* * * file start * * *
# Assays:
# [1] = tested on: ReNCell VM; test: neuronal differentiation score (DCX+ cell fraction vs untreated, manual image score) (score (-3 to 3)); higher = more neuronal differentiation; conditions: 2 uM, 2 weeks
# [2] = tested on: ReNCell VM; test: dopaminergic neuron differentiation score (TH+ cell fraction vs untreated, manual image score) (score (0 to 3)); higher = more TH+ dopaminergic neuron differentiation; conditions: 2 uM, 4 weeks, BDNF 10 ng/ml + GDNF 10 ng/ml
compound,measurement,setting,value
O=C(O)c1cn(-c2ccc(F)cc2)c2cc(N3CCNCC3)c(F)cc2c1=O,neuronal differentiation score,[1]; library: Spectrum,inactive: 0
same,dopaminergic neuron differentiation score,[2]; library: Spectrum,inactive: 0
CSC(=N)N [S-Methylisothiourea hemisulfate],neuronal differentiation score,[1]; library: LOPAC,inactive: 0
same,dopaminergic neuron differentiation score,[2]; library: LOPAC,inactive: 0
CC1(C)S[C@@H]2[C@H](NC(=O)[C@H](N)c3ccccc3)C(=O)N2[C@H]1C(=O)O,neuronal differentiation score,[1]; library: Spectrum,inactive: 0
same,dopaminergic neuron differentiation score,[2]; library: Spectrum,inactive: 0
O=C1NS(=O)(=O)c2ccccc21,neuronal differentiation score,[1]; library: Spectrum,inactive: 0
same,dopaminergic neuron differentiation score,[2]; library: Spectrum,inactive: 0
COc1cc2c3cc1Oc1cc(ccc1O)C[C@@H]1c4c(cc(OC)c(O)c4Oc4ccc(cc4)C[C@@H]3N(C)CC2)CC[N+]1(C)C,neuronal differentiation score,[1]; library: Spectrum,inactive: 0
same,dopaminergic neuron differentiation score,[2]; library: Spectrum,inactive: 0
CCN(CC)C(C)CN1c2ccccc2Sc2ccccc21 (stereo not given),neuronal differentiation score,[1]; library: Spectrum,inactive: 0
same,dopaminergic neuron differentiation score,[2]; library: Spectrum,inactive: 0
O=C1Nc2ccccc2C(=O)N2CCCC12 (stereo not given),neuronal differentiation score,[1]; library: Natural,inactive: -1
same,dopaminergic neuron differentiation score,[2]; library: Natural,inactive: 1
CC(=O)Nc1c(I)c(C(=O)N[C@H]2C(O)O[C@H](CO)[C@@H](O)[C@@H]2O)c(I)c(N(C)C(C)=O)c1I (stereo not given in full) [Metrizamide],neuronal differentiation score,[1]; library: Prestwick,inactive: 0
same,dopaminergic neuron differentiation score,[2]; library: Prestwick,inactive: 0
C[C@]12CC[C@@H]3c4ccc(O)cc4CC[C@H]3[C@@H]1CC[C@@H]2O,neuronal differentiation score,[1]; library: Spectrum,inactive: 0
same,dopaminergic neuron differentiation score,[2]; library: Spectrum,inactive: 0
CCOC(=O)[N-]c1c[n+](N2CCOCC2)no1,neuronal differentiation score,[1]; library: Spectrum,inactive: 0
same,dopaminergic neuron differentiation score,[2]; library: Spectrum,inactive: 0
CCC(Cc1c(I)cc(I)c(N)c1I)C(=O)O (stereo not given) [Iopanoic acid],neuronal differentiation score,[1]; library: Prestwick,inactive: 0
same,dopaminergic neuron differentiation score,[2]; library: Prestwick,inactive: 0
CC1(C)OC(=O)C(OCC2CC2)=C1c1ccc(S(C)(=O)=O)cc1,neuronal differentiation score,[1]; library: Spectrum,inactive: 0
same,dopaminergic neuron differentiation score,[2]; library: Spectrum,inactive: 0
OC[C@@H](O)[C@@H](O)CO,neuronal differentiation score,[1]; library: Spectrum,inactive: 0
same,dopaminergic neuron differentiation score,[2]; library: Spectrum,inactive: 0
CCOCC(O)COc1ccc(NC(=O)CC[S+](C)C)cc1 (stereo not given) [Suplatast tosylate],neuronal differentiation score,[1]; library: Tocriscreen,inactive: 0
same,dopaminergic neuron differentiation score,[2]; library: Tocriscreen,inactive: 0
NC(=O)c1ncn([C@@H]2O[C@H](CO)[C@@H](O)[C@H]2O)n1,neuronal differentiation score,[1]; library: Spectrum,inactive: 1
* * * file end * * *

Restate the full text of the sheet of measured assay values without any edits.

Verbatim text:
# Assays:
# [1] = tested on: ReNCell VM; test: neuronal differentiation score (DCX+ cell fraction vs untreated, manual image score) (score (-3 to 3)); higher = more neuronal differentiation; conditions: 2 uM, 2 weeks
# [2] = tested on: ReNCell VM; test: dopaminergic neuron differentiation score (TH+ cell fraction vs untreated, manual image score) (score (0 to 3)); higher = more TH+ dopaminergic neuron differentiation; conditions: 2 uM, 4 weeks, BDNF 10 ng/ml + GDNF 10 ng/ml
compound,measurement,setting,value
O=C(O)c1cn(-c2ccc(F)cc2)c2cc(N3CCNCC3)c(F)cc2c1=O,neuronal differentiation score,[1]; library: Spectrum,inactive: 0
same,dopaminergic neuron differentiation score,[2]; library: Spectrum,inactive: 0
CSC(=N)N [S-Methylisothiourea hemisulfate],neuronal differentiation score,[1]; library: LOPAC,inactive: 0
same,dopaminergic neuron differentiation score,[2]; library: LOPAC,inactive: 0
CC1(C)S[C@@H]2[C@H](NC(=O)[C@H](N)c3ccccc3)C(=O)N2[C@H]1C(=O)O,neuronal differentiation score,[1]; library: Spectrum,inactive: 0
same,dopaminergic neuron differentiation score,[2]; library: Spectrum,inactive: 0
O=C1NS(=O)(=O)c2ccccc21,neuronal differentiation score,[1]; library: Spectrum,inactive: 0
same,dopaminergic neuron differentiation score,[2]; library: Spectrum,inactive: 0
COc1cc2c3cc1Oc1cc(ccc1O)C[C@@H]1c4c(cc(OC)c(O)c4Oc4ccc(cc4)C[C@@H]3N(C)CC2)CC[N+]1(C)C,neuronal differentiation score,[1]; library: Spectrum,inactive: 0
same,dopaminergic neuron differentiation score,[2]; library: Spectrum,inactive: 0
CCN(CC)C(C)CN1c2ccccc2Sc2ccccc21 (stereo not given),neuronal differentiation score,[1]; library: Spectrum,inactive: 0
same,dopaminergic neuron differentiation score,[2]; library: Spectrum,inactive: 0
O=C1Nc2ccccc2C(=O)N2CCCC12 (stereo not given),neuronal differentiation score,[1]; library: Natural,inactive: -1
same,dopaminergic neuron differentiation score,[2]; library: Natural,inactive: 1
CC(=O)Nc1c(I)c(C(=O)N[C@H]2C(O)O[C@H](CO)[C@@H](O)[C@@H]2O)c(I)c(N(C)C(C)=O)c1I (stereo not given in full) [Metrizamide],neuronal differentiation score,[1]; library: Prestwick,inactive: 0
same,dopaminergic neuron differentiation score,[2]; library: Prestwick,inactive: 0
C[C@]12CC[C@@H]3c4ccc(O)cc4CC[C@H]3[C@@H]1CC[C@@H]2O,neuronal differentiation score,[1]; library: Spectrum,inactive: 0
same,dopaminergic neuron differentiation score,[2]; library: Spectrum,inactive: 0
CCOC(=O)[N-]c1c[n+](N2CCOCC2)no1,neuronal differentiation score,[1]; library: Spectrum,inactive: 0
same,dopaminergic neuron differentiation score,[2]; library: Spectrum,inactive: 0
CCC(Cc1c(I)cc(I)c(N)c1I)C(=O)O (stereo not given) [Iopanoic acid],neuronal differentiation score,[1]; library: Prestwick,inactive: 0
same,dopaminergic neuron differentiation score,[2]; library: Prestwick,inactive: 0
CC1(C)OC(=O)C(OCC2CC2)=C1c1ccc(S(C)(=O)=O)cc1,neuronal differentiation score,[1]; library: Spectrum,inactive: 0
same,dopaminergic neuron differentiation score,[2]; library: Spectrum,inactive: 0
OC[C@@H](O)[C@@H](O)CO,neuronal differentiation score,[1]; library: Spectrum,inactive: 0
same,dopaminergic neuron differentiation score,[2]; library: Spectrum,inactive: 0
CCOCC(O)COc1ccc(NC(=O)CC[S+](C)C)cc1 (stereo not given) [Suplatast tosylate],neuronal differentiation score,[1]; library: Tocriscreen,inactive: 0
same,dopaminergic neuron differentiation score,[2]; library: Tocriscreen,inactive: 0
NC(=O)c1ncn([C@@H]2O[C@H](CO)[C@@H](O)[C@H]2O)n1,neuronal differentiation score,[1]; library: Spectrum,inactive: 1